Even though you say the handguard is thin I still wish all the vendors would get rid of the mostly useless top rail, like the Atlas-S systems. That would turn this rifle into a more serious, hard hitting, GTW companion.

      Thanks as always for the great articles...we appreciate all you put into the site!

      Attachment 5453
    1. J.Baker's Avatar
      J.Baker -
      Weight: Yes, it came in just a touch over 7 3/4 lb so the claimed weight is pretty spot on.

      Barrel profile was thicker than I thought it would be given the light weight but I didn't measure actual diameters. Yes it is fluted under the forearm.

      Hunter comment - that was just a little tongue-in-cheek humor since it's setup very similar to a M4 carbine (16" barrel, collapsible stock, etc).

      I don't mind the top rail, it gives you a place to mount a front back-up sight if you want to run them.
    1. big honkin jeep's Avatar
      big honkin jeep -
      I'm guessing the "hunter" moniker is probably referring to the shorter action length and relative light weight of that model as compared to many of the AE10/SR25 platform rifles.
      Here are a couple of my observations using a full size "heavy" AR. Not a Savage but I picked up a.308 chambered modern sporting rifle many moons ago with visions of it being a "hunting rig". The one I picked up was a DPMS LR .308 with an A2 style stock and 24" stainless fluted barrel. It will barely close in a 38" zippered case. It weighs over 11# empty with no glass, sling or bi pod and I tuned it up a little further with a Chip McCormick trigger (The factory trigger sucked) and a JP recoil eliminator brake. The accuracy is flat out awesome and rivals some of my better shooting bolt actions, BUT... All my envisioned advantages quickly went out the window when I tried to hunt from a wooden 4'x4' box blind with veiled windows, carpet, shooting rails, and a comfy swivel office chair looking over a green field. One would think that such an ideal blind setup would make it a piece of cake but here are some of the shortcomings I found with my particular rig. The length weight and bulk were very cumbersome to manipulate within the blind or get out the window. It seemed that the magwell (even with a 4 round hunting mag) and the hand grip were just protrusions to hang on to, or bang into stuff and make noise when trying to silently move the rifle while watching out the window. I found the round hand guard did not lend itself to propping up steady on a flat shooting rail like the flat bottom side of a typical hunting rifle fore end. The scope mounts so high on an AR because their is no drop at the comb due to the buffer tube that high or extra high rings must be used which makes the vertical profile of the rifle extremely tall. Especially if you count the distance from the top of the scope turret to the bottom of the mag or grip. I'm running a 6.5-24x50 Vortex on mine and once I did manage to get the muzzle out the window I found myself looking at the wall of the blind above the window as the narrow blind windows, Which I'd never had a problem with before, suddenly weren't tall enough. I finally left the comfort of the box blind and tried to hunt prone in some sagebrush from a mat. Yeah it wound up being kind of a miserable hunt.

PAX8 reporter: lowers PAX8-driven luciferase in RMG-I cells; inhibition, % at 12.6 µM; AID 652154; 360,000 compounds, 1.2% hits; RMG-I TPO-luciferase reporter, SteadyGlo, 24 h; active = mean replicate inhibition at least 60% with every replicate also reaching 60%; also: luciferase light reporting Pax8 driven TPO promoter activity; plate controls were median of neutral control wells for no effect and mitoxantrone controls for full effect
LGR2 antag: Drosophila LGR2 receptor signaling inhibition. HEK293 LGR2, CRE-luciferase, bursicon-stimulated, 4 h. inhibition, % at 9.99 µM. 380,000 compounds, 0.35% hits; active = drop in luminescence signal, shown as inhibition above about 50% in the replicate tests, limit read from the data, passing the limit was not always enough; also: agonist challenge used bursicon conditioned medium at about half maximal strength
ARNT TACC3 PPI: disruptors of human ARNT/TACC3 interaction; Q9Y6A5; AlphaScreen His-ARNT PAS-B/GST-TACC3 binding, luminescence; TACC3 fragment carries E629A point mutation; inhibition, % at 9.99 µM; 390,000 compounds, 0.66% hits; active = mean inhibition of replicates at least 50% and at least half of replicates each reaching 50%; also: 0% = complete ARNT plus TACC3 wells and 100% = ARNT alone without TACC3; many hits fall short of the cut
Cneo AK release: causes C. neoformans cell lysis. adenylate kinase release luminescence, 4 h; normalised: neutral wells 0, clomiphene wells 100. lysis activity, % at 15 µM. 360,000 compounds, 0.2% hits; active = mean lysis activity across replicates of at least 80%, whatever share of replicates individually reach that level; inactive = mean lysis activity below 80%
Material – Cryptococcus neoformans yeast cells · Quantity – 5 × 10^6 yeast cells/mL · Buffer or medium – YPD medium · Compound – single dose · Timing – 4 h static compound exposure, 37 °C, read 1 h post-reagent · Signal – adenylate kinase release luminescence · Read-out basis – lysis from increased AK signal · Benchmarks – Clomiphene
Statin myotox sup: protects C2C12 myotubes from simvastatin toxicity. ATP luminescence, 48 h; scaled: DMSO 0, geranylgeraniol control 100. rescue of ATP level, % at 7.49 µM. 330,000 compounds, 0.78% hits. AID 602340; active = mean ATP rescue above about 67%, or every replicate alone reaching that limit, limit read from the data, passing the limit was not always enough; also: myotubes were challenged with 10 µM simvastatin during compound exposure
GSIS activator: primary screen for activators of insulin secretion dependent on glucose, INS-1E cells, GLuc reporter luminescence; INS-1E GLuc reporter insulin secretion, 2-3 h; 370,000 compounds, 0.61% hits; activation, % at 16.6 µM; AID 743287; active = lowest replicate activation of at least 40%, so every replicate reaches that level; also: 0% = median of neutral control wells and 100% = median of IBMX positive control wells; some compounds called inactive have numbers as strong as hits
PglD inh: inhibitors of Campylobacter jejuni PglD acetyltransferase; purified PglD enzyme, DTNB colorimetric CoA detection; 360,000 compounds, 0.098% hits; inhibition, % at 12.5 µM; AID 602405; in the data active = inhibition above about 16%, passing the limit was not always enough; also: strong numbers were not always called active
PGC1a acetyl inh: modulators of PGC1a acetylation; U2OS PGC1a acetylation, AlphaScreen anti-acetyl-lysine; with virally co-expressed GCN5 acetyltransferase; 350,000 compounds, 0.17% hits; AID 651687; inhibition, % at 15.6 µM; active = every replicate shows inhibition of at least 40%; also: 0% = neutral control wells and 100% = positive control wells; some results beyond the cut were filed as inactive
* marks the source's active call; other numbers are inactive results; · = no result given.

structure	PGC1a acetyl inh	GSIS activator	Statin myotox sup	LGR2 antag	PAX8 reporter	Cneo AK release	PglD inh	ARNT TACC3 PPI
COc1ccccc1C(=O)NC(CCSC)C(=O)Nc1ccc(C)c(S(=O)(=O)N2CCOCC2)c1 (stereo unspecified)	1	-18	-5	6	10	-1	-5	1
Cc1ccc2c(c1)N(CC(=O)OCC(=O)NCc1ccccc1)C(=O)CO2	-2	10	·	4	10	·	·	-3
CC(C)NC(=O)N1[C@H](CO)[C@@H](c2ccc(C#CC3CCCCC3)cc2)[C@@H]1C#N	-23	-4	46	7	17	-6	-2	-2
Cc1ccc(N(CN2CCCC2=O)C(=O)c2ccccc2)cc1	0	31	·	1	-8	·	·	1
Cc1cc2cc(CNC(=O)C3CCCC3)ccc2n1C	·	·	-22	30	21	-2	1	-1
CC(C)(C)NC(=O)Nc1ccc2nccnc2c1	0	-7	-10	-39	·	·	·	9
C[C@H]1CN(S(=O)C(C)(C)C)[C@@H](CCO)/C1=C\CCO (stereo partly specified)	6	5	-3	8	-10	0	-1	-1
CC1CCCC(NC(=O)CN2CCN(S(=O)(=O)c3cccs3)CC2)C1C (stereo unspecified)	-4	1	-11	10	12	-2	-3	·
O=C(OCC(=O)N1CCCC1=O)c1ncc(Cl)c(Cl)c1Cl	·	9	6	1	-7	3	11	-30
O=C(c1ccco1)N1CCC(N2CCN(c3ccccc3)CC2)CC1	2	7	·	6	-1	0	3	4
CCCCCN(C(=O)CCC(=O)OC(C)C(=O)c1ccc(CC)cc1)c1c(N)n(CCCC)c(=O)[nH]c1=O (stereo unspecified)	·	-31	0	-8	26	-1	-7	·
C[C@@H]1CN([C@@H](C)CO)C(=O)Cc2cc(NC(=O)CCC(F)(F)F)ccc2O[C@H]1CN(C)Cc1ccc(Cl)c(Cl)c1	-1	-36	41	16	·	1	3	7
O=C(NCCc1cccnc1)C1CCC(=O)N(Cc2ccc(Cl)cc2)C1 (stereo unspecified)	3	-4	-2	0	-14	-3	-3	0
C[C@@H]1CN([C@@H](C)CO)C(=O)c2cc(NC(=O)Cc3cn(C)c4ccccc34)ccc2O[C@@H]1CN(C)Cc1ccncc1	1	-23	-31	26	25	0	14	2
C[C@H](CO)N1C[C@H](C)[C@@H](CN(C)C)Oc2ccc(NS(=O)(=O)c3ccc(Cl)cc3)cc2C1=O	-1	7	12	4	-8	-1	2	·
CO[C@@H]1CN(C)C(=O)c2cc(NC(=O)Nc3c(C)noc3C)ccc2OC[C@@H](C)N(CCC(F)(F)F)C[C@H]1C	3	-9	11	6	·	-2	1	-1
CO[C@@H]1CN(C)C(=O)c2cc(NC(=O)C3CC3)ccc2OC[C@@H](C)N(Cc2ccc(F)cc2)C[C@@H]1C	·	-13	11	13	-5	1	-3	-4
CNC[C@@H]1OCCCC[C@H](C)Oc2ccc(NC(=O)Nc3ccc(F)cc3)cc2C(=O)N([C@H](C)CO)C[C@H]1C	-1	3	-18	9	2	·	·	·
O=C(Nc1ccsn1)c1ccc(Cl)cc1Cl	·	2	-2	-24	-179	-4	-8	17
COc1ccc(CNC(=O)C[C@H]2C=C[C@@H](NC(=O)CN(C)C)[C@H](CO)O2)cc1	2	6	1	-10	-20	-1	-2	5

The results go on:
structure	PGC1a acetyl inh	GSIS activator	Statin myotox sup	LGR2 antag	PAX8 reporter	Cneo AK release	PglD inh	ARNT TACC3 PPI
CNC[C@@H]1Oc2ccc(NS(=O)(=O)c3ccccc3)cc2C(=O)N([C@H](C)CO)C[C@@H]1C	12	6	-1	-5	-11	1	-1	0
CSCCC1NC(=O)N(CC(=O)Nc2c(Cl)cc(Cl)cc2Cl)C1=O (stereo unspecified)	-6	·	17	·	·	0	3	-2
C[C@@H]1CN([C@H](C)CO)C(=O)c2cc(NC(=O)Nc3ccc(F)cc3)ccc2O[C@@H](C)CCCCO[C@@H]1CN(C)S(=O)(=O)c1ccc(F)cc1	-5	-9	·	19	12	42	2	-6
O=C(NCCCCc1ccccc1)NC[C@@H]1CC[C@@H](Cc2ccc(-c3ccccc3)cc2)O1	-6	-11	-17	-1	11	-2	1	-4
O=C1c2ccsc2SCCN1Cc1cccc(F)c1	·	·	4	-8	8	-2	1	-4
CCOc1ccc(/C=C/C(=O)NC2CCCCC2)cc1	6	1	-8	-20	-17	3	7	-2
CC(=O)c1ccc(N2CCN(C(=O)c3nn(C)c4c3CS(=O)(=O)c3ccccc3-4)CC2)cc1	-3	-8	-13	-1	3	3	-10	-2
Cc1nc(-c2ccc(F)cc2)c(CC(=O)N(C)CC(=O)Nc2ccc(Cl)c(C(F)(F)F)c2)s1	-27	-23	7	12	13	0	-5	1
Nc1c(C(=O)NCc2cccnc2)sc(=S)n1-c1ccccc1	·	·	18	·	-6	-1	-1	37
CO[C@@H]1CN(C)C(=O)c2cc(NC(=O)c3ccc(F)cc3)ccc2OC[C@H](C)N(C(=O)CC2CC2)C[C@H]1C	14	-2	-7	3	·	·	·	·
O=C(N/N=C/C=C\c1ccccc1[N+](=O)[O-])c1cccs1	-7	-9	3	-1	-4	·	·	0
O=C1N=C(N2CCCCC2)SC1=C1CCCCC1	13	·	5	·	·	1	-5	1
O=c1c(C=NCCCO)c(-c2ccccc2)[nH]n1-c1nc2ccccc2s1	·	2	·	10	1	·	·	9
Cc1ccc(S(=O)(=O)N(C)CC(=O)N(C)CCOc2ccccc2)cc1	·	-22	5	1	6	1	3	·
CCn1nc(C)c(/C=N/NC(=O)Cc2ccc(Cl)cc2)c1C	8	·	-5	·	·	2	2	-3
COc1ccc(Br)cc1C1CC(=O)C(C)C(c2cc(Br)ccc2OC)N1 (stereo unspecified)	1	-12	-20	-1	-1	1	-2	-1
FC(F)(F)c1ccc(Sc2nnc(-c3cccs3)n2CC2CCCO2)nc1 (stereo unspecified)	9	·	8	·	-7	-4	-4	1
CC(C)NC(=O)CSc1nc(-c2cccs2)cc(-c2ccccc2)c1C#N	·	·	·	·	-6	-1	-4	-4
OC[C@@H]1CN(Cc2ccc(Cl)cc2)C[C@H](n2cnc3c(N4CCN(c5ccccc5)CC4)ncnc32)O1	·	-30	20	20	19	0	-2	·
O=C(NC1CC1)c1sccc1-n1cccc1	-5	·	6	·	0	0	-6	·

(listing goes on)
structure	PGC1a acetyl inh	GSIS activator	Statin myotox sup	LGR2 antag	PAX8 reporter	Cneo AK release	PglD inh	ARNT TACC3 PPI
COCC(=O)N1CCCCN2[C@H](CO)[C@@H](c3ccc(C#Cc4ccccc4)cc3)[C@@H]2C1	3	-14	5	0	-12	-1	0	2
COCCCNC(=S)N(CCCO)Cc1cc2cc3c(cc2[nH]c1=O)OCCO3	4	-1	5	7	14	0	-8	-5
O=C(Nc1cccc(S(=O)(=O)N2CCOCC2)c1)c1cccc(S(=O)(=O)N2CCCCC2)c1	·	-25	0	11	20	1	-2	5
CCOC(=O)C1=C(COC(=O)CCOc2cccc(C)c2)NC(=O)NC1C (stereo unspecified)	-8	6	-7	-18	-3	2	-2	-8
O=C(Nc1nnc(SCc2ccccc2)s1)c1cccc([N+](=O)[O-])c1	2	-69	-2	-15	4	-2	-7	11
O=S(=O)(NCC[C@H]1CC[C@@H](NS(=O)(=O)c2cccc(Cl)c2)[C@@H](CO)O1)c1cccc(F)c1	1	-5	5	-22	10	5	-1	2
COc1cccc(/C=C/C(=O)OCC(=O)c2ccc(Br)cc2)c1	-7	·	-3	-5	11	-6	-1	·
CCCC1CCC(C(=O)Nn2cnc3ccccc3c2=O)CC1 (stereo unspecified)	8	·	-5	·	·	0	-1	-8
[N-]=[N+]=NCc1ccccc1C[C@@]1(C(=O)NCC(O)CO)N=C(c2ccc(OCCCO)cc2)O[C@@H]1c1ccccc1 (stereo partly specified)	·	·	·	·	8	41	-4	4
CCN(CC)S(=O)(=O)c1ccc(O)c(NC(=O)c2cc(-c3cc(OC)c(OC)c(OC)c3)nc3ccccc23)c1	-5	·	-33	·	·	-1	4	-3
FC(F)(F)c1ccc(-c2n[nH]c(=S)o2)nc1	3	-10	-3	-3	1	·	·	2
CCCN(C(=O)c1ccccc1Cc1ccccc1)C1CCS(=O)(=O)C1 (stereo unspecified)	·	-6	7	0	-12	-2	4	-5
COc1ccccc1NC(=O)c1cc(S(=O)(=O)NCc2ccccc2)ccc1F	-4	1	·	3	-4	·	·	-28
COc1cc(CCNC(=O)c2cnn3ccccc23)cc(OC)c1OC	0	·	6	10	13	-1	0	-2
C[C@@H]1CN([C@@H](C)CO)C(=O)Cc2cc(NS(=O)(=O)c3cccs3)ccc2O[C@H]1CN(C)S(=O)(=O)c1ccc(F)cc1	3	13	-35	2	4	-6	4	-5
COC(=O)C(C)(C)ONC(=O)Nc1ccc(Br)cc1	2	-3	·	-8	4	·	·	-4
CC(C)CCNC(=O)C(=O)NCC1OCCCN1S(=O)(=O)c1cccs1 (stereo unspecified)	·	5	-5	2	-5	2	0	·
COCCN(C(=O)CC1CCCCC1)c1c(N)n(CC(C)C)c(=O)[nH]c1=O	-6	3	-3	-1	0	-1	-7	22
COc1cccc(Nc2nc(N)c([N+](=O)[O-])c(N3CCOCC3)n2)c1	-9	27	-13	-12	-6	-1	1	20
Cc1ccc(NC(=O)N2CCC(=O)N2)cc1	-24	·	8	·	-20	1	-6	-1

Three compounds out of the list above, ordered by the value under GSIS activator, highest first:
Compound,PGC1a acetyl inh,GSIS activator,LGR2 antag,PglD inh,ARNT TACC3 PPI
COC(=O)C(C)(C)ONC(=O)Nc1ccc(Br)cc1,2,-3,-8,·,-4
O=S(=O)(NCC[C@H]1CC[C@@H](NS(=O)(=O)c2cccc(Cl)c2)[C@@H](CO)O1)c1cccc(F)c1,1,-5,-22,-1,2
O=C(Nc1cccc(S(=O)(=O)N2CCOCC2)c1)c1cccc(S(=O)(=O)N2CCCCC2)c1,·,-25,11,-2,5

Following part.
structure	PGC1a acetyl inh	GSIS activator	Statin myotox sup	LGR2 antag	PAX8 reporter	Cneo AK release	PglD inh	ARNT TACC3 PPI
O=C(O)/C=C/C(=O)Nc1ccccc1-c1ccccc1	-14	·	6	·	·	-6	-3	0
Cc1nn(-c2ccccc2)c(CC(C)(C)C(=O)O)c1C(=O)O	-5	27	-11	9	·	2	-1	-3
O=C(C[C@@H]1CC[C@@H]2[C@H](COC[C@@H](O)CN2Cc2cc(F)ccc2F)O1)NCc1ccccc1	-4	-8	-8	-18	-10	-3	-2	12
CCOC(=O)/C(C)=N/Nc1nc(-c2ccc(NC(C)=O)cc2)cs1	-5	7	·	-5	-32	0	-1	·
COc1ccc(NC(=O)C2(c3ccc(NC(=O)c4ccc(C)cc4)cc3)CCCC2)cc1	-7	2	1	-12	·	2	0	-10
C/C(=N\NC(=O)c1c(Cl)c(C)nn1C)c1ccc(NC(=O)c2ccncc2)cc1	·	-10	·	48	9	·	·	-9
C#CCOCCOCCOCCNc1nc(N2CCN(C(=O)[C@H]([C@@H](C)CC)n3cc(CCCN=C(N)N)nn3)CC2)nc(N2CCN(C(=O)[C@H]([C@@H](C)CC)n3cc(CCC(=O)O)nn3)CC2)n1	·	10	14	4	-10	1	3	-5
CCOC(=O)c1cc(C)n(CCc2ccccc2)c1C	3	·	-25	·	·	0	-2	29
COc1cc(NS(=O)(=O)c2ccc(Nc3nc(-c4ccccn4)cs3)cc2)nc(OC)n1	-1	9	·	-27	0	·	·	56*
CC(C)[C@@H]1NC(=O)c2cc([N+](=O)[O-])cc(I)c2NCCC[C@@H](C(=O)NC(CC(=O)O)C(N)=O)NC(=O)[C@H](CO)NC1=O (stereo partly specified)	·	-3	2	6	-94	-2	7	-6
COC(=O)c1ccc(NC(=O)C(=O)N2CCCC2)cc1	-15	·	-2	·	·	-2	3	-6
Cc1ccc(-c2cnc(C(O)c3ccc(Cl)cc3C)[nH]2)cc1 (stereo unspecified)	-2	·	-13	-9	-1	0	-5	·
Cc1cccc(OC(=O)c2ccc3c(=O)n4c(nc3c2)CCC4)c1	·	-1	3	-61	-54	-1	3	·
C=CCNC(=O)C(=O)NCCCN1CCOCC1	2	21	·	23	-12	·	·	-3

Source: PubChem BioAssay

On the other hand I do have an accurate and fun range toy. A fella at the range commented "Nice ammo waster" My reply was " Take a look at my target" "It's only wasting ammo when they don't all go dead center"
      Anyway maybe try out some of the other AR10 or SR25 rifles on the market and I think you'll agree that A flat top with a shorter lighter configuration weighing 7.5# is much better suited as a "Hunter" than most of the rest of what's out there. Sounds to me from your review like they trimmed it up pretty well to match the application. Thanks for the review.
    1. J.Baker's Avatar
      J.Baker -
      Sheesh, everyone's hung up on the one comedic line in the review rather than the actual 3,000 other words of informative content.
    1. celltech's Avatar
      celltech -
      I am actually serious about it being an all in one hunting/defense solution. I think that once you get an AR-10 to the 8lb and below point you are on to something. Now I would still take a true lightweight rifle if I was slogging through miles of brush, but this is a handy, hard hitting, and easy to shoot rifle. I am still working on the weight and profile of mine and have a thinner handguard on the way. My biggest hinderances to consistancy were the trigger...taken care of by a LaRue MBT...and the very lightweight MFT stock. That one I am still working out my technique on. But man...it this thing fun to shoot, way less felt recoil than any of my bolt guns including a heavy 12FV. And it's accurate enough at this point.
    1. Tallowbox's Avatar
      Tallowbox -
      Sounds much like the discussion which went on for a year or more about naming the winery I envisioned and helped establish. Yep finally the board voted to use the name I first proposed.